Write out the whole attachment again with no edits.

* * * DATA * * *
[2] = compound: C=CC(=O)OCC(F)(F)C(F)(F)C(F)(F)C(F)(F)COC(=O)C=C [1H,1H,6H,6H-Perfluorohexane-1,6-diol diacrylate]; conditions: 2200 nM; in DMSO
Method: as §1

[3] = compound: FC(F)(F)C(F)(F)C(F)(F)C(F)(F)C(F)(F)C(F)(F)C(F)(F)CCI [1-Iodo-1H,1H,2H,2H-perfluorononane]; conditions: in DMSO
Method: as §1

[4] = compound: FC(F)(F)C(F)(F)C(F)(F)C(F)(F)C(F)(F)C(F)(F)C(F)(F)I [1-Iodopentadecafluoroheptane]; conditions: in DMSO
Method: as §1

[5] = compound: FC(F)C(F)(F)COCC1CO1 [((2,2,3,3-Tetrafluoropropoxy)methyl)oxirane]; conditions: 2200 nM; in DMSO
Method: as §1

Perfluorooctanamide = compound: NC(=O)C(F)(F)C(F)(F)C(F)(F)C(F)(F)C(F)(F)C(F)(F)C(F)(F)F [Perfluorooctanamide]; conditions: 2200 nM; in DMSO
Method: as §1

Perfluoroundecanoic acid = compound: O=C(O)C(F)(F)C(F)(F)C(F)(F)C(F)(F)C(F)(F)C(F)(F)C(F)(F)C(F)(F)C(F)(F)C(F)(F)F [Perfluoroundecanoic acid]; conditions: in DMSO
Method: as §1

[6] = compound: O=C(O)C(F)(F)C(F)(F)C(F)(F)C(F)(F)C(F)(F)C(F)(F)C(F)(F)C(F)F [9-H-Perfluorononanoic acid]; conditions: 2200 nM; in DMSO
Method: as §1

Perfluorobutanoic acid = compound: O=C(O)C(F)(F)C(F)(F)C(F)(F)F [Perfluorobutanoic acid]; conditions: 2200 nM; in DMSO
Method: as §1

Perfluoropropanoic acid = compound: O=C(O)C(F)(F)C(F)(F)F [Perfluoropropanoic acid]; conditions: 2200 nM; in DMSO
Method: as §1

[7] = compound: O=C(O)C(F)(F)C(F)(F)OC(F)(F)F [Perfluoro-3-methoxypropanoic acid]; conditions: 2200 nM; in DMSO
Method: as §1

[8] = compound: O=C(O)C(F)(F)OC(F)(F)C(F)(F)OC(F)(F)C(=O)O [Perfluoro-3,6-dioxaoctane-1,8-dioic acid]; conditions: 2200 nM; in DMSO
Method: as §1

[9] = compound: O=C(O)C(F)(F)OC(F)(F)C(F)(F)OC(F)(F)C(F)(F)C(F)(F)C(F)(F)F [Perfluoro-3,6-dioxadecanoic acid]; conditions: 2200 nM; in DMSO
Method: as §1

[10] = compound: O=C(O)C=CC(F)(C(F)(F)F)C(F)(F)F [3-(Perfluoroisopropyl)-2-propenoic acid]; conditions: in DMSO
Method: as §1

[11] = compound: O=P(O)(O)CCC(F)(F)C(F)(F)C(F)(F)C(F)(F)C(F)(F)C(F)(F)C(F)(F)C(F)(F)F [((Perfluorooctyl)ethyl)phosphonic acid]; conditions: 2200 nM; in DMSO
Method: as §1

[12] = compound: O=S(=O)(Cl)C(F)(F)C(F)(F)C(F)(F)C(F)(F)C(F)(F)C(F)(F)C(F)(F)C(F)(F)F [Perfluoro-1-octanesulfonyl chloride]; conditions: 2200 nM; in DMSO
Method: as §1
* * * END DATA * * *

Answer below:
[2] = compound: C=CC(=O)OCC(F)(F)C(F)(F)C(F)(F)C(F)(F)COC(=O)C=C [1H,1H,6H,6H-Perfluorohexane-1,6-diol diacrylate]; conditions: 2200 nM; in DMSO
Method: as §1

[3] = compound: FC(F)(F)C(F)(F)C(F)(F)C(F)(F)C(F)(F)C(F)(F)C(F)(F)CCI [1-Iodo-1H,1H,2H,2H-perfluorononane]; conditions: in DMSO
Method: as §1

[4] = compound: FC(F)(F)C(F)(F)C(F)(F)C(F)(F)C(F)(F)C(F)(F)C(F)(F)I [1-Iodopentadecafluoroheptane]; conditions: in DMSO
Method: as §1

[5] = compound: FC(F)C(F)(F)COCC1CO1 [((2,2,3,3-Tetrafluoropropoxy)methyl)oxirane]; conditions: 2200 nM; in DMSO
Method: as §1

Perfluorooctanamide = compound: NC(=O)C(F)(F)C(F)(F)C(F)(F)C(F)(F)C(F)(F)C(F)(F)C(F)(F)F [Perfluorooctanamide]; conditions: 2200 nM; in DMSO
Method: as §1

Perfluoroundecanoic acid = compound: O=C(O)C(F)(F)C(F)(F)C(F)(F)C(F)(F)C(F)(F)C(F)(F)C(F)(F)C(F)(F)C(F)(F)C(F)(F)F [Perfluoroundecanoic acid]; conditions: in DMSO
Method: as §1

[6] = compound: O=C(O)C(F)(F)C(F)(F)C(F)(F)C(F)(F)C(F)(F)C(F)(F)C(F)(F)C(F)F [9-H-Perfluorononanoic acid]; conditions: 2200 nM; in DMSO
Method: as §1

Perfluorobutanoic acid = compound: O=C(O)C(F)(F)C(F)(F)C(F)(F)F [Perfluorobutanoic acid]; conditions: 2200 nM; in DMSO
Method: as §1

Perfluoropropanoic acid = compound: O=C(O)C(F)(F)C(F)(F)F [Perfluoropropanoic acid]; conditions: 2200 nM; in DMSO
Method: as §1

[7] = compound: O=C(O)C(F)(F)C(F)(F)OC(F)(F)F [Perfluoro-3-methoxypropanoic acid]; conditions: 2200 nM; in DMSO
Method: as §1

[8] = compound: O=C(O)C(F)(F)OC(F)(F)C(F)(F)OC(F)(F)C(=O)O [Perfluoro-3,6-dioxaoctane-1,8-dioic acid]; conditions: 2200 nM; in DMSO
Method: as §1

[9] = compound: O=C(O)C(F)(F)OC(F)(F)C(F)(F)OC(F)(F)C(F)(F)C(F)(F)C(F)(F)F [Perfluoro-3,6-dioxadecanoic acid]; conditions: 2200 nM; in DMSO
Method: as §1

[10] = compound: O=C(O)C=CC(F)(C(F)(F)F)C(F)(F)F [3-(Perfluoroisopropyl)-2-propenoic acid]; conditions: in DMSO
Method: as §1

[11] = compound: O=P(O)(O)CCC(F)(F)C(F)(F)C(F)(F)C(F)(F)C(F)(F)C(F)(F)C(F)(F)C(F)(F)F [((Perfluorooctyl)ethyl)phosphonic acid]; conditions: 2200 nM; in DMSO
Method: as §1

[12] = compound: O=S(=O)(Cl)C(F)(F)C(F)(F)C(F)(F)C(F)(F)C(F)(F)C(F)(F)C(F)(F)C(F)(F)F [Perfluoro-1-octanesulfonyl chloride]; conditions: 2200 nM; in DMSO
Method: as §1